Outpatient rheumatologic and infectious workup had shown only an elevated erythrocyte sedimentation rate. Initial vital signs were notable for a blood pressure of 124/41 millimeters of mercury, heart rate 127 beats per minute, respiratory rate 20 breaths per minute, oxygen saturation of 98% on room air, and a temperature of 37.4 degrees Celsius. He appeared to be in a minimal amount of respiratory distress. Physical examination revealed a new pandiastolic murmur, lower lung field crackles, and bounding peripheral pulses. Electrocardiogram revealed sinus tachycardia without ST-segment abnormalities. Point-of-care echocardiography was performed, which noted a mobile oscillating mass on the aortic valve with poor approximation of the aortic valve leaflets on diastole (Image 2, Video).
The constellation of findings was suggestive of acute heart failure from aortic insufficiency due to likely IE of the aortic valve. IE was felt more likely because the finding met the Duke minor criteria of palmar lesions consistent with Janeway lesions, with the diagnosis fully confirmed when three blood cultures subsequently revealed Streptococcus sanguinis. The patient was admitted and underwent emergent aortic valve replacement less than 24 hours later with surgery describing the two coronary aortic valve cusps as obliterated by infection with greater than 1.5 millimeters mobile vegetation on the remaining non-coronary cusp.
Point-of-care echocardiography provided key information, enabling the timely diagnosis of IE involving the aortic valve. While point-of-care echocardiography has previously been described as capable of identifying tricuspid vegetations,5,6 sensitivity in aortic vegetations is not well described. Further study would be needed to compare point-of-care transthoracic echocardiography (TTE) to cardiology TTE, which has been estimated to have a sensitivity for IE around 70% for native valves and 50% for prosthetic valves with a specificity of around 90%, according to the European Society of Cardiology in 2015.7 Similarly, a meta-analysis of 16 articles in 2017 on TTE found a sensitivity of 66% and a specificity of 95% for detecting IE on native valve8. These studies demonstrate the value of TTE in the workup for IE, despite not being as accurate as transesophageal echocardiography.8 Specific situations where TTE may not identify vegetations include underlying valvular thickening or calcification, prosthetic shadowing, recent vegetation migration or embolization, and poor acoustic windows secondary to obesity, hyperinflated lungs, or narrow interspaces.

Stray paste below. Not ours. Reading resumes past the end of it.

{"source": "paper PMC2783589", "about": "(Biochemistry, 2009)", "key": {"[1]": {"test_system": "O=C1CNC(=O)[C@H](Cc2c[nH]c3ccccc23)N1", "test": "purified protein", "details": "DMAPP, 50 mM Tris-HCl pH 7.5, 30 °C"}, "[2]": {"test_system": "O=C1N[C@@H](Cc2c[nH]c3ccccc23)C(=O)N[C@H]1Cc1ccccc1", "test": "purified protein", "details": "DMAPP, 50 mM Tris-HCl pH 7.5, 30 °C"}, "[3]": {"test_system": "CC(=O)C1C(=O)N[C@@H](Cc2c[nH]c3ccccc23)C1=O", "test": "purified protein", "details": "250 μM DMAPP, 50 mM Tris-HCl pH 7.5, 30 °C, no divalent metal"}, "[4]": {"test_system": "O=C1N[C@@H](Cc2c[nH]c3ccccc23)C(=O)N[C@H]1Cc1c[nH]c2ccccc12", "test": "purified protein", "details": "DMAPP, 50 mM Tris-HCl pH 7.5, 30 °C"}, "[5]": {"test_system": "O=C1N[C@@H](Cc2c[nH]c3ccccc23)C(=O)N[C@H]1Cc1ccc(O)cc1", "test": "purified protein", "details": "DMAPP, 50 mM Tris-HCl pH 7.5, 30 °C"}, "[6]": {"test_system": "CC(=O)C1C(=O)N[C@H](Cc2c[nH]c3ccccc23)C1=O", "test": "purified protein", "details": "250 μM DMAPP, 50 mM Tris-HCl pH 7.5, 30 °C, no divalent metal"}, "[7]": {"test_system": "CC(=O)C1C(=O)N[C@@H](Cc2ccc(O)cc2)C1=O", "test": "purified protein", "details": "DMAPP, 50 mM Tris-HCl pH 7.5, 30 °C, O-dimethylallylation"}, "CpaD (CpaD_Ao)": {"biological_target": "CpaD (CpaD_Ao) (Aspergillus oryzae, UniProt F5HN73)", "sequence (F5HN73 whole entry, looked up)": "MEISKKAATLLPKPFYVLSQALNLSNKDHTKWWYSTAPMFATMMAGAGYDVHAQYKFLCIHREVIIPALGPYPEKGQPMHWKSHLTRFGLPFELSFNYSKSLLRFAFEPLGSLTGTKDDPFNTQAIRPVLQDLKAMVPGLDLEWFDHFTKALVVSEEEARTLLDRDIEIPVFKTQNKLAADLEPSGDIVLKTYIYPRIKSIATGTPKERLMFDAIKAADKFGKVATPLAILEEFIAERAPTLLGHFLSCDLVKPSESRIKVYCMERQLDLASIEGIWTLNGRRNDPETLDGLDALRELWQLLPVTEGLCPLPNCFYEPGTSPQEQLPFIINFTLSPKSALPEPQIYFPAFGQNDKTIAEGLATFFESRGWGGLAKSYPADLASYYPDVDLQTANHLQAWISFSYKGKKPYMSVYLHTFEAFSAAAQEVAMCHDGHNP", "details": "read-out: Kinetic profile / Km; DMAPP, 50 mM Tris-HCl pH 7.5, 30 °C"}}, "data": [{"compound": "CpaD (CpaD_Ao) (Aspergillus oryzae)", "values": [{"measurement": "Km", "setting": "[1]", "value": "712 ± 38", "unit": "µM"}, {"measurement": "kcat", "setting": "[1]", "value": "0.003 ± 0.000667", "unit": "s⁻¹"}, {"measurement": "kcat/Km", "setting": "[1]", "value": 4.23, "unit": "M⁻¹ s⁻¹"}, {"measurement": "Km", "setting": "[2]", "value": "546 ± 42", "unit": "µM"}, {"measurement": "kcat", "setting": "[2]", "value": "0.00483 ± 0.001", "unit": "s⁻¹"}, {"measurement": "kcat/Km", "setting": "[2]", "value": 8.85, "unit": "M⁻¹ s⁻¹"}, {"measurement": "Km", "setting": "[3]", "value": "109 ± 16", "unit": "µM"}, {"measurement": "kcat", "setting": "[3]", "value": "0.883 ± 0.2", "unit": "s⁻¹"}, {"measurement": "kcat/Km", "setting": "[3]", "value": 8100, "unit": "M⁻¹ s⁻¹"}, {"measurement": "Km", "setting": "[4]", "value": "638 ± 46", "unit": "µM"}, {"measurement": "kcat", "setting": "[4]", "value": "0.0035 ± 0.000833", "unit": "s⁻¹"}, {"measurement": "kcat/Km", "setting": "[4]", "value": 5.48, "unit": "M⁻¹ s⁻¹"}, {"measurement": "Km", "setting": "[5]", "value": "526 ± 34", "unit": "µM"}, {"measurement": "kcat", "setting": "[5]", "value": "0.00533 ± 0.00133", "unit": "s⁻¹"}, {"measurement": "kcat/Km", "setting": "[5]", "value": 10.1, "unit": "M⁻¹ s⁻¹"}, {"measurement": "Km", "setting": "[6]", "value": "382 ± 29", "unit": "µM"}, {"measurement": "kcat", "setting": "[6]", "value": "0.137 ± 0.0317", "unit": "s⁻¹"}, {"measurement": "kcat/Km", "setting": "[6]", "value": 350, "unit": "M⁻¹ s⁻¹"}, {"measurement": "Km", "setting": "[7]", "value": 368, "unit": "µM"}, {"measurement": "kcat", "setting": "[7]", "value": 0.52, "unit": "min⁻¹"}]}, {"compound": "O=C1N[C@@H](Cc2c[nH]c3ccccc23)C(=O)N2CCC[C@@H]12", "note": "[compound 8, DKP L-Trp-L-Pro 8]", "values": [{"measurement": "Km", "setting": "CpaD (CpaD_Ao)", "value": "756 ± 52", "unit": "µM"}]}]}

What do we already know about this clinical entity?
Infectious endocarditis is a life-threatening condition that carries significant morbidity and mortality, requiring sometimes-invasive interventions.
What makes this presentation of disease reportable?
While point-of-care echocardiography has been documented in identifying tricuspid vegetations, aortic valve involvement and subsequent heart failure is less well described.
What is the major learning point?
Point-of-care echocardiography is useful in undifferentiated heart failure, allowing for quicker diagnosis of underlying etiology and direction of therapy.
How might this improve emergency medicine practice?